Rick Brown, a PhD candidate in psychology at U of T at Scarborough, found that the way people process behavioural information can lead to a personality trait becoming associated with an improper inanimate target. "For example, people could start associating the trait 'superstitious' with a banana because the banana happened to be there when they learned about the superstitious behaviour of a person," says Brown, lead author of the study published in the January 2002 issue of the Journal of Experimental Social Psychology. "Due to the automatic nature of this brain process, we may not be able to prevent these nonsensical trait associations."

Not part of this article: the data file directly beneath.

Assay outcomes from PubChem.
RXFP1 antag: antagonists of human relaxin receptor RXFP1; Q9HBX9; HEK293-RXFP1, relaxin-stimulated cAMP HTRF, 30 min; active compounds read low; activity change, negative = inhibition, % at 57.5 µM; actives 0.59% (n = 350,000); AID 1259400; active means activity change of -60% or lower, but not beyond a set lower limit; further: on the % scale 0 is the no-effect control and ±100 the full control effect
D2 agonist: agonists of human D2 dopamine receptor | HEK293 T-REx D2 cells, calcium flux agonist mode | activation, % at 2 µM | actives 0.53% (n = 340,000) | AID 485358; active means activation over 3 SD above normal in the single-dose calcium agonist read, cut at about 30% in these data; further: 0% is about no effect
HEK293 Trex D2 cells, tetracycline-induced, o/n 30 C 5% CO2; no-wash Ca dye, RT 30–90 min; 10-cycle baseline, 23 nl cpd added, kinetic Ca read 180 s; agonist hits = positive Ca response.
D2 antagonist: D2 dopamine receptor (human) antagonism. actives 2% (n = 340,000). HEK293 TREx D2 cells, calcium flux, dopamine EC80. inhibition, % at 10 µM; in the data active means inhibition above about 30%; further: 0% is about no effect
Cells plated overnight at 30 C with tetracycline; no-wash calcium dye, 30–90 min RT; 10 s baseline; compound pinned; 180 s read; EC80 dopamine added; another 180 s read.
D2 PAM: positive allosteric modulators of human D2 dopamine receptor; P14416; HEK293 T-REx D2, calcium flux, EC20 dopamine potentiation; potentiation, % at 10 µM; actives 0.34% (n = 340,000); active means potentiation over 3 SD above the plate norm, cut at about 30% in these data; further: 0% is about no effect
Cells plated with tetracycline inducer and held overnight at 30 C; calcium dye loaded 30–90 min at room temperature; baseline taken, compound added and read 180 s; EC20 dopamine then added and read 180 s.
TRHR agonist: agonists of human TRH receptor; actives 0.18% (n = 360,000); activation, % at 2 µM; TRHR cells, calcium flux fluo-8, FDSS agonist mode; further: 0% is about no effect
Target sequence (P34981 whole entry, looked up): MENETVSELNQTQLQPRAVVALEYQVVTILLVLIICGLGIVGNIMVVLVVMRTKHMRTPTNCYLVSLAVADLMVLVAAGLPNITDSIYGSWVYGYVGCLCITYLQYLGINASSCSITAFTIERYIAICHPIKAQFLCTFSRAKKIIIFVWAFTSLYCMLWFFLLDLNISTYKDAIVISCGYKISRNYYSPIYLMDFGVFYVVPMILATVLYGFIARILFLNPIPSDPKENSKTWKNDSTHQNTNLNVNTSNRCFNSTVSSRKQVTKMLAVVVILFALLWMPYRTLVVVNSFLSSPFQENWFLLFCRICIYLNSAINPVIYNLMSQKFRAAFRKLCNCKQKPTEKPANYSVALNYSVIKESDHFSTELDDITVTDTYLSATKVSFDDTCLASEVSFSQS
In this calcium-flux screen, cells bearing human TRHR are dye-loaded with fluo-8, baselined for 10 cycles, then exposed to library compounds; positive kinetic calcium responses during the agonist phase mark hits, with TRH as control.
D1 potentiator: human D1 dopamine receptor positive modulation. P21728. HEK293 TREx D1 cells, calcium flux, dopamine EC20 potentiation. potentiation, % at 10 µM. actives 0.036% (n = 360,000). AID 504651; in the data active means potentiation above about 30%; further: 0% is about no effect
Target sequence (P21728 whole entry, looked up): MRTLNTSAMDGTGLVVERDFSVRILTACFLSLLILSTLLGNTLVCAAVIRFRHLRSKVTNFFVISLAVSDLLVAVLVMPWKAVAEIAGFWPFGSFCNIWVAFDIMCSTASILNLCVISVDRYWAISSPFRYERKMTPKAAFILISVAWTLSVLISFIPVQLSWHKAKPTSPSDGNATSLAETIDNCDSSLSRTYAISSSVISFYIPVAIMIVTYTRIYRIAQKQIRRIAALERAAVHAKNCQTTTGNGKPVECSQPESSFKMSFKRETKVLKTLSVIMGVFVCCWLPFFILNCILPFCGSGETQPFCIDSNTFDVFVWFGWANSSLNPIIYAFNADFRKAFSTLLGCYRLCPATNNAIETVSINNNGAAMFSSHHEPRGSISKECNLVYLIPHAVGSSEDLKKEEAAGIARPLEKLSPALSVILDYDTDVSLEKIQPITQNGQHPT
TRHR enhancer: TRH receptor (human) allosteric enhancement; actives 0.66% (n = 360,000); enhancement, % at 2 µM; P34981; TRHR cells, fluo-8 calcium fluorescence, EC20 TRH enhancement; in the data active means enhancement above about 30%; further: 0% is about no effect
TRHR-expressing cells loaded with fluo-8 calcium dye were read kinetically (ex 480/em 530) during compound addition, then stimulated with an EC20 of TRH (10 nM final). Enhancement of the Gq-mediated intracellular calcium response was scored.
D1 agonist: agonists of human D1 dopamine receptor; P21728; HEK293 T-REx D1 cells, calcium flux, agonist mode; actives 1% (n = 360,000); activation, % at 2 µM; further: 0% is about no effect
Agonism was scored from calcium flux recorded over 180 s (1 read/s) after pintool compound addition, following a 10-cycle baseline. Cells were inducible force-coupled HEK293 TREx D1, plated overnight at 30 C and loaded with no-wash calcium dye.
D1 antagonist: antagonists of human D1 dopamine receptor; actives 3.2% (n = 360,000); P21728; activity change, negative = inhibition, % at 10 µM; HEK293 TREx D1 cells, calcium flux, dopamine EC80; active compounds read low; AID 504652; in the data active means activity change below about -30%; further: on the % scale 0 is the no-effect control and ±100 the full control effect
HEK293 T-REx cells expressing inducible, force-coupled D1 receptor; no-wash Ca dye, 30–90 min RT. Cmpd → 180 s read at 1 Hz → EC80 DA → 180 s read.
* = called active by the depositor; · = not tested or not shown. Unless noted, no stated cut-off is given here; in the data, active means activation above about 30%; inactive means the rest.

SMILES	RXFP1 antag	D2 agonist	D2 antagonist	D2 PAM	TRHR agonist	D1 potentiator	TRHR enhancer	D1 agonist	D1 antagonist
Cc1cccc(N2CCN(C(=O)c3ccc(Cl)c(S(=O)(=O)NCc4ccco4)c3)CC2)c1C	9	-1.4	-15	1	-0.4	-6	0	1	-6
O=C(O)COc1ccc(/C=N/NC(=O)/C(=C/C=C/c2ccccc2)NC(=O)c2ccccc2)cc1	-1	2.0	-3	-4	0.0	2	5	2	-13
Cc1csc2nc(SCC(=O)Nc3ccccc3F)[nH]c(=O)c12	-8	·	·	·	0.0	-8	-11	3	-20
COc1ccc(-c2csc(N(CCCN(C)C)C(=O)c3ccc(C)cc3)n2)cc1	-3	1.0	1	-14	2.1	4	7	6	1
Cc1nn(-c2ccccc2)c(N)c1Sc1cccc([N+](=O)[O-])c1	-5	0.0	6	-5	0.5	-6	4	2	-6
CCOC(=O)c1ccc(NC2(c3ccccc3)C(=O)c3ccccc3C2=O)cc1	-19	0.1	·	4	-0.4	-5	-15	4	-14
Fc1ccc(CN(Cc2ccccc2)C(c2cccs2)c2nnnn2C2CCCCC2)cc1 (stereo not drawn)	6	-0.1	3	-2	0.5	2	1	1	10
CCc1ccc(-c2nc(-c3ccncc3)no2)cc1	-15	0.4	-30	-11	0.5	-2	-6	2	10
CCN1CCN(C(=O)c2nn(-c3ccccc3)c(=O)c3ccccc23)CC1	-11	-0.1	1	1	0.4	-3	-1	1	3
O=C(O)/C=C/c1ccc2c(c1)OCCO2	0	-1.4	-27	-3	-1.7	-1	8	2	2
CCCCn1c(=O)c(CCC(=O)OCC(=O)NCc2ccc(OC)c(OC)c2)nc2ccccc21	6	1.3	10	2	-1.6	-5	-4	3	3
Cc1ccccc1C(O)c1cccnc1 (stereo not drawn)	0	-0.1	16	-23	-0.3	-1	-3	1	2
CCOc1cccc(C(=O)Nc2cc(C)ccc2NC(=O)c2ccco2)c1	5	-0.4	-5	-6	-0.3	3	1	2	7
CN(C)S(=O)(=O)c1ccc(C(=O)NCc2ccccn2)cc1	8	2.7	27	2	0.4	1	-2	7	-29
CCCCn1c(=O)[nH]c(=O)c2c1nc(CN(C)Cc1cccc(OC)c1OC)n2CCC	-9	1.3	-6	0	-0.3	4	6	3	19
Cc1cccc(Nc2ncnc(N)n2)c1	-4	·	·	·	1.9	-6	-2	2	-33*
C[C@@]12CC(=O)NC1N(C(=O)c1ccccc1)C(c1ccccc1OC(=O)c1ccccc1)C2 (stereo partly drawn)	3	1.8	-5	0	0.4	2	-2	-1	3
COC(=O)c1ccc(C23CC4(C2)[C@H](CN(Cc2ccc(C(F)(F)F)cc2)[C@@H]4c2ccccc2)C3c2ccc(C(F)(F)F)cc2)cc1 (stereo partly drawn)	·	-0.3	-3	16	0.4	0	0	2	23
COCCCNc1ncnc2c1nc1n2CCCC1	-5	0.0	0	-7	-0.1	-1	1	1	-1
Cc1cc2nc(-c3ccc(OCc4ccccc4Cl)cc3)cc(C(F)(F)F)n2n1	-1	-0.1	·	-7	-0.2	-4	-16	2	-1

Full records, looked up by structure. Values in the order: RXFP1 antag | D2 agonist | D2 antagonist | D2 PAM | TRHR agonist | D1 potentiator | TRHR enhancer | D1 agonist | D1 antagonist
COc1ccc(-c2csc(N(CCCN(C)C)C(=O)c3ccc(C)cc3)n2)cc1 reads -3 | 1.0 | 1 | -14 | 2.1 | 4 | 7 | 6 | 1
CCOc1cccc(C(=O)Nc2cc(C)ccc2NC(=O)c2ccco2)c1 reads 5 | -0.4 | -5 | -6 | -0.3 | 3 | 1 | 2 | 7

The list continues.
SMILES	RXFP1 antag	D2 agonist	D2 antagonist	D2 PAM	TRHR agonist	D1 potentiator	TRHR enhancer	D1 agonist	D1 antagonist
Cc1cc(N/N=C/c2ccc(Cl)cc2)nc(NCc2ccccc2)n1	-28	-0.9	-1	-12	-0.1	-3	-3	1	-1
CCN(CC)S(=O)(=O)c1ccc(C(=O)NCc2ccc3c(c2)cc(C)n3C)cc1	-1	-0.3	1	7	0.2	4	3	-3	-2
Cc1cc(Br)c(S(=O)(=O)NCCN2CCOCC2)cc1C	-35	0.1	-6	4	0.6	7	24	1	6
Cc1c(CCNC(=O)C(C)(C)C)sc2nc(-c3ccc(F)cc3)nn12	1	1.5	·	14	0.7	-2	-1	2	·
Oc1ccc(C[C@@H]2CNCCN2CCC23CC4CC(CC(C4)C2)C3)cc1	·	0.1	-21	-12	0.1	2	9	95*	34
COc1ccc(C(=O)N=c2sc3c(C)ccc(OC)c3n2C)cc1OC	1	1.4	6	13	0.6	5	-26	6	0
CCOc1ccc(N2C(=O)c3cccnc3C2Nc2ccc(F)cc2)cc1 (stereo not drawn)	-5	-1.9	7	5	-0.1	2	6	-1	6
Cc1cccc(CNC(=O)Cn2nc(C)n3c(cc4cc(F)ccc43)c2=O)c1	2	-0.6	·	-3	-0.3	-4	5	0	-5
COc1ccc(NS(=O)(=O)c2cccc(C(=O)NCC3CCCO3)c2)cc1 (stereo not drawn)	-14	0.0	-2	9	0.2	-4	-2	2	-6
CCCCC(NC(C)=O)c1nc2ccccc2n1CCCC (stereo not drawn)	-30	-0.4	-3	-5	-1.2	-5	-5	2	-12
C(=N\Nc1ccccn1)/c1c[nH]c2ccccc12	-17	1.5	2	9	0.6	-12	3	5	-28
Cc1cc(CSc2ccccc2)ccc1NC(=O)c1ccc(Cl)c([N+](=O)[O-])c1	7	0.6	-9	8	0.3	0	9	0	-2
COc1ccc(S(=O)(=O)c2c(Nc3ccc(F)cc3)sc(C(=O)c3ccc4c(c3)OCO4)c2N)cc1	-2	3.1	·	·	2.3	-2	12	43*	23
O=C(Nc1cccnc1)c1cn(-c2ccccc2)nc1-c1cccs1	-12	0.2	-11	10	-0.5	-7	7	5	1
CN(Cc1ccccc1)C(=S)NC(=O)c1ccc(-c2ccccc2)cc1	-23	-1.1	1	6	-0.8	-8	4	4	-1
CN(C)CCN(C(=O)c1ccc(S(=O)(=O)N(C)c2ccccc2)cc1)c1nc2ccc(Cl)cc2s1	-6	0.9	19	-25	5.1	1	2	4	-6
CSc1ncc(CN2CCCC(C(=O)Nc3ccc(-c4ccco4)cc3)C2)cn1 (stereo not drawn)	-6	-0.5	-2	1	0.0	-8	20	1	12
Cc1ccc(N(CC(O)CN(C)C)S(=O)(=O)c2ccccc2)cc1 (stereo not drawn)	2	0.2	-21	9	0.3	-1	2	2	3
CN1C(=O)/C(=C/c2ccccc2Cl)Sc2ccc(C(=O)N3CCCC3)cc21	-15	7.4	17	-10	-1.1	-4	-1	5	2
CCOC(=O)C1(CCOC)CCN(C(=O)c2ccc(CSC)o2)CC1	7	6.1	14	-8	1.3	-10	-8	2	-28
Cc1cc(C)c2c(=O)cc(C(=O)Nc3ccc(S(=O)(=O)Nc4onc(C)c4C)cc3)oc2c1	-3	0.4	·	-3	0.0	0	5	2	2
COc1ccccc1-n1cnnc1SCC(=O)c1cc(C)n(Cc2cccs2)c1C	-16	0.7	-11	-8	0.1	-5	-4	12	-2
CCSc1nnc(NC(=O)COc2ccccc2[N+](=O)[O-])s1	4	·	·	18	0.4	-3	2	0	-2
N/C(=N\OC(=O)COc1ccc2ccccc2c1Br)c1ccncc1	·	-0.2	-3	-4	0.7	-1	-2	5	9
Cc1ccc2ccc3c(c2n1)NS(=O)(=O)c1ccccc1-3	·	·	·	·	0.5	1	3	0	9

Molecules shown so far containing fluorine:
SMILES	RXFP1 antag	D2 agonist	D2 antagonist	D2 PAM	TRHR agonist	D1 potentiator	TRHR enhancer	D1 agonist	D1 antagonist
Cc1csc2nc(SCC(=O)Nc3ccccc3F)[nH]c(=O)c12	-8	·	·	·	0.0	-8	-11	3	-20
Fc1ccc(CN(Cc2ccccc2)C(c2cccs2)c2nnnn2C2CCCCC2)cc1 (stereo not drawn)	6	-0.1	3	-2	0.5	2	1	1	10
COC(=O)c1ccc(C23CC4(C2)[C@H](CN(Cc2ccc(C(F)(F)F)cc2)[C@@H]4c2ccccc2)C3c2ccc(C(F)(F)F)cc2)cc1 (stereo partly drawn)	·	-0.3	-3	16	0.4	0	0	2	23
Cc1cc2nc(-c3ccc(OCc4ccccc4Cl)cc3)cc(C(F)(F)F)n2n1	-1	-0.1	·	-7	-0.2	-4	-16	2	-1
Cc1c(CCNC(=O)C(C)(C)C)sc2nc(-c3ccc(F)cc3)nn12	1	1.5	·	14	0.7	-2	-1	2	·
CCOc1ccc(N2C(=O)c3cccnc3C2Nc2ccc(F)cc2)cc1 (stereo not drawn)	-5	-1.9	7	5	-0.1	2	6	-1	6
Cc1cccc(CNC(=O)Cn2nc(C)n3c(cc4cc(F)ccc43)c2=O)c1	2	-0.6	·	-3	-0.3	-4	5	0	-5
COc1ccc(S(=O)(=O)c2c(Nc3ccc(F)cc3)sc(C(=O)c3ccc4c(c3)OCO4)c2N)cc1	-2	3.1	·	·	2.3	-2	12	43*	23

In their study, Brown and psychology professor John Basilli examined a phenomenon known as spontaneous trait transference (STT), where speakers are perceived by their listeners as possessing the same traits they describe in others. For example, someone who describes another person as honest may be perceived as being honest themselves. Using psychology students as volunteer subjects, Brown and Basilli found people not only unconsciously transfer traits from the intended person to other human beings, as shown in previous STT research, but they also transfer them to inanimate objects. Their study confirms what other research has suggested: that STT is something people's brains do automatically.